Pakistan rejects US report on religious freedom as lacking transparency


ISLAMABAD: Foreign Office Spokesperson Mumtaz Zahra Baloch on Thursday rejected the US report on religious freedom, criticizing it for its lack of transparency and failure to acknowledge Pakistan’s efforts in ensuring religious freedom.

During the weekly media briefing, Baloch stated that the US report ignored Pakistan’s initiatives to uphold human rights and religious freedom.

The report, which recommended that the US State Department designate 17 countries, including Pakistan, as Countries of Particular Concern (CPC), criticized Pakistan for issues such as the enforcement of blasphemy laws and the protection of religious minorities from forced conversions.

The other countries recommended for CPC status include Afghanistan, Azerbaijan, Burma, China, Cuba, Eritrea, India, Iran, Nicaragua, Nigeria, North Korea, Russia, Saudi Arabia, Tajikistan, Turkmenistan, and Vietnam.

Baloch emphasized that Pakistan is a pluralistic country with a rich tradition of interfaith harmony. She asserted that Pakistan has undertaken wide-ranging measures to promote religious freedom and protect minority rights, in line with its Constitution.

The spokesperson expressed deep concern over India’s exclusion from the list, despite recommendations by the USCIRF and international human rights concerns about India’s treatment of religious minorities.

Pakistan questioned the process’s credibility, transparency, and objectivity, asserting that such unilateral exercises undermine the shared objective of advancing religious freedom globally. Pakistan advocated for countering religious intolerance through constructive engagement and collective efforts based on mutual understanding and respect.

In addition to addressing the report, Baloch announced that the Pakistani government has approved a plan for Gaza’s medical students to complete their education in Pakistan. These students will join Pakistani medical colleges to study fields such as cardiology and surgery.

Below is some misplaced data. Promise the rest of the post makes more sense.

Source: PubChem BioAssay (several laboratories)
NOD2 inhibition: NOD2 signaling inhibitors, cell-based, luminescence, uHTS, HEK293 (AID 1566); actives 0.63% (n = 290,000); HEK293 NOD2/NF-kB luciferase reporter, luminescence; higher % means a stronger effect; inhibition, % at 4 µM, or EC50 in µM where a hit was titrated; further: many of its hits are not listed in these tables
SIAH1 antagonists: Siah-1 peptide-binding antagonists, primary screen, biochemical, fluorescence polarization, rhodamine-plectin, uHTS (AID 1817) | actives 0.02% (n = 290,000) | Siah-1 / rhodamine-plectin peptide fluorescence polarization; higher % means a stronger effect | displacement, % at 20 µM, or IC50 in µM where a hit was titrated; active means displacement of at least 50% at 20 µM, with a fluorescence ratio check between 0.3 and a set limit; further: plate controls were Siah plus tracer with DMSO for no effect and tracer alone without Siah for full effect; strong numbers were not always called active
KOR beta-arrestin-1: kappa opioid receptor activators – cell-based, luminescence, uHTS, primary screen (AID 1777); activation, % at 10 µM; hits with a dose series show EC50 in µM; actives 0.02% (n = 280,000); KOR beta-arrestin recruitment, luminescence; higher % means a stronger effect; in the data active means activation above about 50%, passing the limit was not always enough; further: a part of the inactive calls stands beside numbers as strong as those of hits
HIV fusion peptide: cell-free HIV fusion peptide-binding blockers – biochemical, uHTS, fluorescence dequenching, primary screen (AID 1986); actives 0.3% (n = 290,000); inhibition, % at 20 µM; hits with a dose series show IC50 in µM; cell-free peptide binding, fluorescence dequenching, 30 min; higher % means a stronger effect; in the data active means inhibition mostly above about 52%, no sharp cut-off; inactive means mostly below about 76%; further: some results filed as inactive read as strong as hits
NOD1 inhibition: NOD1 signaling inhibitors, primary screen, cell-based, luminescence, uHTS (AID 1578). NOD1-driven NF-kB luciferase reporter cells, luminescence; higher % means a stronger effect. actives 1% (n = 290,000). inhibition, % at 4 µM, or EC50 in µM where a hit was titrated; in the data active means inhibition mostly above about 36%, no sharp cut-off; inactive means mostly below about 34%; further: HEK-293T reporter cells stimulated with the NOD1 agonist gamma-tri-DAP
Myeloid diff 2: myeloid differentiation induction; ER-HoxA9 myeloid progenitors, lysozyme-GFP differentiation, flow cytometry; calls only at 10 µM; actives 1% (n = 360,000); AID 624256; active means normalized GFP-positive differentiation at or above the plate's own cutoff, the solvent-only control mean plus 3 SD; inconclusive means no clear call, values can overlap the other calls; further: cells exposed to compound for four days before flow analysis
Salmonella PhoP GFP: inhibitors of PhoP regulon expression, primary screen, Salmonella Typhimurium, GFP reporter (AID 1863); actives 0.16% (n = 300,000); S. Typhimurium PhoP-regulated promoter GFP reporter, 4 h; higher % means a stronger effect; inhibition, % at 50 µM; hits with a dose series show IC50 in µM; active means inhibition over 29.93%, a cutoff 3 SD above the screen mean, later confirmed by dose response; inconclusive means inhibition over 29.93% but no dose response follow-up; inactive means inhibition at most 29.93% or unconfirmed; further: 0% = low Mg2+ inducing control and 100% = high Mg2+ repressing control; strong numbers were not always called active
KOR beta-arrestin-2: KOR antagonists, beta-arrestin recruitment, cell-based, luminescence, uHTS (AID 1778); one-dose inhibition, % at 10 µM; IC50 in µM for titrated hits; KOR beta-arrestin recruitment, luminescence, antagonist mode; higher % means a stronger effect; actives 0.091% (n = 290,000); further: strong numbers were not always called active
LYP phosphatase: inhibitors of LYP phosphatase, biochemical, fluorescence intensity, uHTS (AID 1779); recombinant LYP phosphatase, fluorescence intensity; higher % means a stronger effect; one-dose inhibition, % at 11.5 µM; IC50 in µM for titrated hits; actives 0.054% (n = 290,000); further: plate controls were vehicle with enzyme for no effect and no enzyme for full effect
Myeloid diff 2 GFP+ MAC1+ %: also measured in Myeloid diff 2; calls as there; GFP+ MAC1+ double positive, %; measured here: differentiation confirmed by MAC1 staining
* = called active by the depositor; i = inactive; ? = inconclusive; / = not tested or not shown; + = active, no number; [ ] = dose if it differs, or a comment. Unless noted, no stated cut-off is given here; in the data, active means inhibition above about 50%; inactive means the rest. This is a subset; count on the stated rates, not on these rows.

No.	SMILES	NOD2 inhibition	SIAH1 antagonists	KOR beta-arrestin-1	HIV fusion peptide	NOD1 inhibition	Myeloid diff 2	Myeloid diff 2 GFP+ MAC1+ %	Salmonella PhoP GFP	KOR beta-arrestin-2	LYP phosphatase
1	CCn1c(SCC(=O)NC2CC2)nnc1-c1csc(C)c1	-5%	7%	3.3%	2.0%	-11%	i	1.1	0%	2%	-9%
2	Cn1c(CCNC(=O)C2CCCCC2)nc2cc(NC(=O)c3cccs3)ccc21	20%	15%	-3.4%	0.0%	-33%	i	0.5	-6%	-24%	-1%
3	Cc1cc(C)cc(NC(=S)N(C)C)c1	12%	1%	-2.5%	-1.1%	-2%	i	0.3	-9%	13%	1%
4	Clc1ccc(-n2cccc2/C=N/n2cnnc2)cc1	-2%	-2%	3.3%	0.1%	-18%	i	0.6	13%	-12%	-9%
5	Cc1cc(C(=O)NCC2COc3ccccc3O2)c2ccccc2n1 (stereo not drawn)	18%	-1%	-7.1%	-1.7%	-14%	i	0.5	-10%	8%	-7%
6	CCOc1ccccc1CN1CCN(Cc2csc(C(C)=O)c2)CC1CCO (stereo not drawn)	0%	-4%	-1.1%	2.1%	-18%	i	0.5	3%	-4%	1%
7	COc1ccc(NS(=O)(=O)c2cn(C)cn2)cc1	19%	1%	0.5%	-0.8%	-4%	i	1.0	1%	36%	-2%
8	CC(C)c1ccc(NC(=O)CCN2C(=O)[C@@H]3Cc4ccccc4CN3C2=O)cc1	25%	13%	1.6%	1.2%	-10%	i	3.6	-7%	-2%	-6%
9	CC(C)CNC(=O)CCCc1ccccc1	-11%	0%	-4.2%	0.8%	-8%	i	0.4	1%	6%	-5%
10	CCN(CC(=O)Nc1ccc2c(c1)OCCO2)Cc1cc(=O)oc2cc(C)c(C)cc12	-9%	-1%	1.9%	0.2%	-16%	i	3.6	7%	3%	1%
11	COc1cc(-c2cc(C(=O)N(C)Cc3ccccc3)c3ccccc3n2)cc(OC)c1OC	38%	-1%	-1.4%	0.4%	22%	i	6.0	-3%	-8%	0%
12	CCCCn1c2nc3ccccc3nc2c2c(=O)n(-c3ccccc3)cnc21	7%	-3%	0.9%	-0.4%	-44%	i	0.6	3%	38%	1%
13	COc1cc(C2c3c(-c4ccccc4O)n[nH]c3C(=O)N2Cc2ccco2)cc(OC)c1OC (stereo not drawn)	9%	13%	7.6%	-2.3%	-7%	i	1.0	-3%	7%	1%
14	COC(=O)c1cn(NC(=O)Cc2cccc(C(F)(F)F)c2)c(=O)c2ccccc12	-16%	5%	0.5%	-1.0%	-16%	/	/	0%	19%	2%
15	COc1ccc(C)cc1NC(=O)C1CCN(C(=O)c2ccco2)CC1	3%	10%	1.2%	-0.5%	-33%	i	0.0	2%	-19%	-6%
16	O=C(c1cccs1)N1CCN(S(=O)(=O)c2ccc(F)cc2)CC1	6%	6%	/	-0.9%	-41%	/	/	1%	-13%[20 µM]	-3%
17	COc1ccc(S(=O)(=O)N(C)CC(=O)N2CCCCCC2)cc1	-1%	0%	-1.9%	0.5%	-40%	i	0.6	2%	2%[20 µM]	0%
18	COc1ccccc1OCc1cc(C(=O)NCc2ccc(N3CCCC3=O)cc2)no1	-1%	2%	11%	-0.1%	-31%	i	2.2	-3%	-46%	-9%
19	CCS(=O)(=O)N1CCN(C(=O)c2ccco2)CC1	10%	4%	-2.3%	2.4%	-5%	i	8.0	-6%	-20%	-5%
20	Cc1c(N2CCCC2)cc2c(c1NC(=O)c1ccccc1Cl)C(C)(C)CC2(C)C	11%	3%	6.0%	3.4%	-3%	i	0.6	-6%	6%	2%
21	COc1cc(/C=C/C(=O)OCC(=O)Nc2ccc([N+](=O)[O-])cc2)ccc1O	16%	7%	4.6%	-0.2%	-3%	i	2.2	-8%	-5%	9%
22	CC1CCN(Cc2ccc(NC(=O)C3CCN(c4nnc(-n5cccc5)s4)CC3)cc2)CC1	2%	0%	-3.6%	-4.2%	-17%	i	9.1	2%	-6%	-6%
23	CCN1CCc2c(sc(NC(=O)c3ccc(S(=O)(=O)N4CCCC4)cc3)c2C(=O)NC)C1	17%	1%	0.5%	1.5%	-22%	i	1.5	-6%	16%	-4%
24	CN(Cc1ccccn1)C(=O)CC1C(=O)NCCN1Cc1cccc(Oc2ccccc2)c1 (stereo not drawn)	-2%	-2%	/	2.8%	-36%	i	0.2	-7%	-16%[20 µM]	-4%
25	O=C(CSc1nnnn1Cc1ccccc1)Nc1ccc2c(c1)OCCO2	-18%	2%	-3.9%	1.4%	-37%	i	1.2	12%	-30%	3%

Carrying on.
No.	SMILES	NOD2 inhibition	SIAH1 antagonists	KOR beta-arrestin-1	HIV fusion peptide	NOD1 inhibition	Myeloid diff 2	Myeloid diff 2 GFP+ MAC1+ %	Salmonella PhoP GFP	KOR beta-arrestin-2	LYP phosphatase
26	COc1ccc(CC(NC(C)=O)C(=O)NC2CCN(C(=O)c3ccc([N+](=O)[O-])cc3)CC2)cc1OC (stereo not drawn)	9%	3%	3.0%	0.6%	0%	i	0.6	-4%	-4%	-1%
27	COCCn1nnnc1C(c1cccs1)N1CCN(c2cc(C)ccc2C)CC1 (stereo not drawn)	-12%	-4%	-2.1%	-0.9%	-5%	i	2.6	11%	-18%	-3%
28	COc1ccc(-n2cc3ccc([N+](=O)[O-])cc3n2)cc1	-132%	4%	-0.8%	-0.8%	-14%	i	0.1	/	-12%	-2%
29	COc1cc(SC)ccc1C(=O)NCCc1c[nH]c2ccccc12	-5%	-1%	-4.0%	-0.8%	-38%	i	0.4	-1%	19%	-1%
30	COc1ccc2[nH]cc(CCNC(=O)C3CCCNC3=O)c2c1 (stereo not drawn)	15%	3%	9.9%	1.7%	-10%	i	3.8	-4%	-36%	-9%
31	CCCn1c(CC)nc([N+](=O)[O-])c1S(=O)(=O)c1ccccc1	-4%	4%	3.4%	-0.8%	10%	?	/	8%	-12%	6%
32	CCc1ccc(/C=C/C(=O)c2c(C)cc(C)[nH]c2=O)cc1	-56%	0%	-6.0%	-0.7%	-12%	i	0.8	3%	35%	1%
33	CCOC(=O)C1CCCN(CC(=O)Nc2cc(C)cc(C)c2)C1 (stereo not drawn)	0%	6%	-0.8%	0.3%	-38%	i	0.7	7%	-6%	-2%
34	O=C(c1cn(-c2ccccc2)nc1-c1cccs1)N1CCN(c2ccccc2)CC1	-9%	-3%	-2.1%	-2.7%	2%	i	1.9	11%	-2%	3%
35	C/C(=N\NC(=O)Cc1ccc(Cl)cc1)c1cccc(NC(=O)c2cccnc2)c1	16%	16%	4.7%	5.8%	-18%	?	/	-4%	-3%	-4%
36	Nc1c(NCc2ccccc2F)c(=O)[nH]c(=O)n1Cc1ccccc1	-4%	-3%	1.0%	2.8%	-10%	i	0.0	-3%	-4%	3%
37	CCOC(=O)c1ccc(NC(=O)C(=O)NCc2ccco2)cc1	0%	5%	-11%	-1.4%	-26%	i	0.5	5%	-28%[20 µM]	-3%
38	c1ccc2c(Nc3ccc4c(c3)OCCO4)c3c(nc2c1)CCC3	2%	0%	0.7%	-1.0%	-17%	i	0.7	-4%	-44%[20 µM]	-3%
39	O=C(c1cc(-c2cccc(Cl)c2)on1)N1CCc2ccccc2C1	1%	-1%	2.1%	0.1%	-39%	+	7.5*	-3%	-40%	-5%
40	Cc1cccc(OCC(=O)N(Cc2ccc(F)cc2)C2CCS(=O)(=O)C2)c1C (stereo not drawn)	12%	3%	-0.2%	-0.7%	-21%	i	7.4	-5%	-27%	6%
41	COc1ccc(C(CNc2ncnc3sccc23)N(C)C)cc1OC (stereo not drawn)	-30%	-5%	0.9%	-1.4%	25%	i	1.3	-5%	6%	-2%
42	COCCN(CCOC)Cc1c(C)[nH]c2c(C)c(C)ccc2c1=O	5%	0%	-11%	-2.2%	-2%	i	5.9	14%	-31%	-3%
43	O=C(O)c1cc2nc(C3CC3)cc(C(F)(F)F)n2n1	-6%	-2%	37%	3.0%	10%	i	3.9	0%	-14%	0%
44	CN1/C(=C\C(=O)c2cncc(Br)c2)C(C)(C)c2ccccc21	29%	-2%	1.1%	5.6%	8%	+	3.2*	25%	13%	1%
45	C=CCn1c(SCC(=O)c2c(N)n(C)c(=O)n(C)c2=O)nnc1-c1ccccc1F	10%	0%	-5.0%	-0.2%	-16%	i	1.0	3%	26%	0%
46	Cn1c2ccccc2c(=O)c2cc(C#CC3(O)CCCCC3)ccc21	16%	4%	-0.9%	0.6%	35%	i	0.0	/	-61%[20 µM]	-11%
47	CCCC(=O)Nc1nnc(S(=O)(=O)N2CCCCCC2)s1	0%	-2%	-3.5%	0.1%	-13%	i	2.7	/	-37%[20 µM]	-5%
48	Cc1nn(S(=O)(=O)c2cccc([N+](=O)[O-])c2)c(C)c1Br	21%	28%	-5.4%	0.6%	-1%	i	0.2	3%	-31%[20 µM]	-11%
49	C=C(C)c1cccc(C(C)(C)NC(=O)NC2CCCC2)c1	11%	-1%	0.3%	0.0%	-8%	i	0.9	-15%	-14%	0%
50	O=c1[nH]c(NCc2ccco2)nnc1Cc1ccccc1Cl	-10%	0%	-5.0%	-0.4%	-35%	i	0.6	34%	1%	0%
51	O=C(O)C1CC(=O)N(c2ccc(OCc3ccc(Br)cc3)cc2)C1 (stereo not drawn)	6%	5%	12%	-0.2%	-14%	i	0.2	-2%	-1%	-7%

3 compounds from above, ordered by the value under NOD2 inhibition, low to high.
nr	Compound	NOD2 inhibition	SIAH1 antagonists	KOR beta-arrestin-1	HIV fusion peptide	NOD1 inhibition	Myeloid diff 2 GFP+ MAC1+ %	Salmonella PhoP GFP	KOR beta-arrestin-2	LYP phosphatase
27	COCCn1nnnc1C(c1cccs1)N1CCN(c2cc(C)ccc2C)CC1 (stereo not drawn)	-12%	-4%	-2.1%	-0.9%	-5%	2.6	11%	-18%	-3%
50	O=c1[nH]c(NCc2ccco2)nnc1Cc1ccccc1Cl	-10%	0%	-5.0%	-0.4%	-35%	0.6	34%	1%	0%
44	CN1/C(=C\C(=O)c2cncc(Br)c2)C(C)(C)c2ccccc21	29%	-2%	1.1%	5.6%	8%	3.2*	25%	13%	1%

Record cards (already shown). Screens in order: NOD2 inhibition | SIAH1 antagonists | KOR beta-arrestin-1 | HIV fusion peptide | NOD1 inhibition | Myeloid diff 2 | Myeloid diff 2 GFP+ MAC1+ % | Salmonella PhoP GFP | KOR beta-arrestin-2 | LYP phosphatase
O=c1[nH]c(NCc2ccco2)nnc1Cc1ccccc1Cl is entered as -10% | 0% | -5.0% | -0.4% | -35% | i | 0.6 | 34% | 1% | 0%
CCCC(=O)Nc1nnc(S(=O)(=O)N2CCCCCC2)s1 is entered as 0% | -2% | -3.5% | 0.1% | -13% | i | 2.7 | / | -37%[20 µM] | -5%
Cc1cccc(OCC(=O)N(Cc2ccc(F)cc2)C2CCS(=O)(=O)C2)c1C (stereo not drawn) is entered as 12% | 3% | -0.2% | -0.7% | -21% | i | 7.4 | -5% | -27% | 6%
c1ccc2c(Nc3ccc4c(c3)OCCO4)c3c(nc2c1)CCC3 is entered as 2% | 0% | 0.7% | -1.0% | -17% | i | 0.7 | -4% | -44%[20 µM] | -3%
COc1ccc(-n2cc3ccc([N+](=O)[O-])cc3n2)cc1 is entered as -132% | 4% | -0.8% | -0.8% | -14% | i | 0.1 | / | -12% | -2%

Regarding Afghanistan, Baloch highlighted that Asif Durrani represented Pakistan at the Afghan conference in Doha on July 1. During the conference, Durrani expressed Pakistan’s concerns about terrorist support originating from within Afghanistan. The two nations are engaged in ongoing discussions to address these security issues.

The US State Department has designated Burma, China, Cuba, North Korea, Eritrea, Iran, Nicaragua, Pakistan, Russia, Saudi Arabia, Tajikistan, and Turkmenistan as CPCs for severe violations of religious freedom. Algeria, Azerbaijan, Central African Republic, Comoros, and Vietnam are on the department’s Special Watch List (SPL), which contains countries that do not meet all the CPC criteria.

Additionally, specific entities like al-Shabab, Boko Haram, Hayat Tahrir al-Sham, the Houthis, ISIS-Sahel, ISIS-West Africa, Jamaat Nasr al-Islam wal-Muslimin, and the Taliban are also designated. The department emphasizes the need for global efforts to address structural and systemic challenges to religious freedom, urging an end to abuses worldwide.

USCIRF in a press release on January 4 expressed extreme disappointment with the State Department for not designating Nigeria and India as CPCs, despite meeting the legal standard. USCIRF called for a congressional hearing on the matter.

Furthermore, they also highlighted the waiver of sanctions on Pakistan despite its re-designation as a CPC. Earlier in December, USCIRF had reiterated its recommendation of re-designation for Pakistan in a report on the abuse of blasphemy laws against minorities.

The USCIRF is an independent, bipartisan US federal government commission established by the 1998 International Religious Freedom Act (IRFA). It monitors global religious freedom violations using international standards and makes policy recommendations to the US president, secretary of state and Congress.

IRFA mandates the secretary of state to designate “countries of particular concern” (CPCs) for systematic and egregious violations of religious freedom. USCIRF recommends countries meeting the CPC threshold and IRFA grants the Secretary of State flexible policy options, including sanctions or waivers, to address these violations. These actions are not automatically imposed but provide a range of responses to serious religious freedom abuses.__Pakistan Today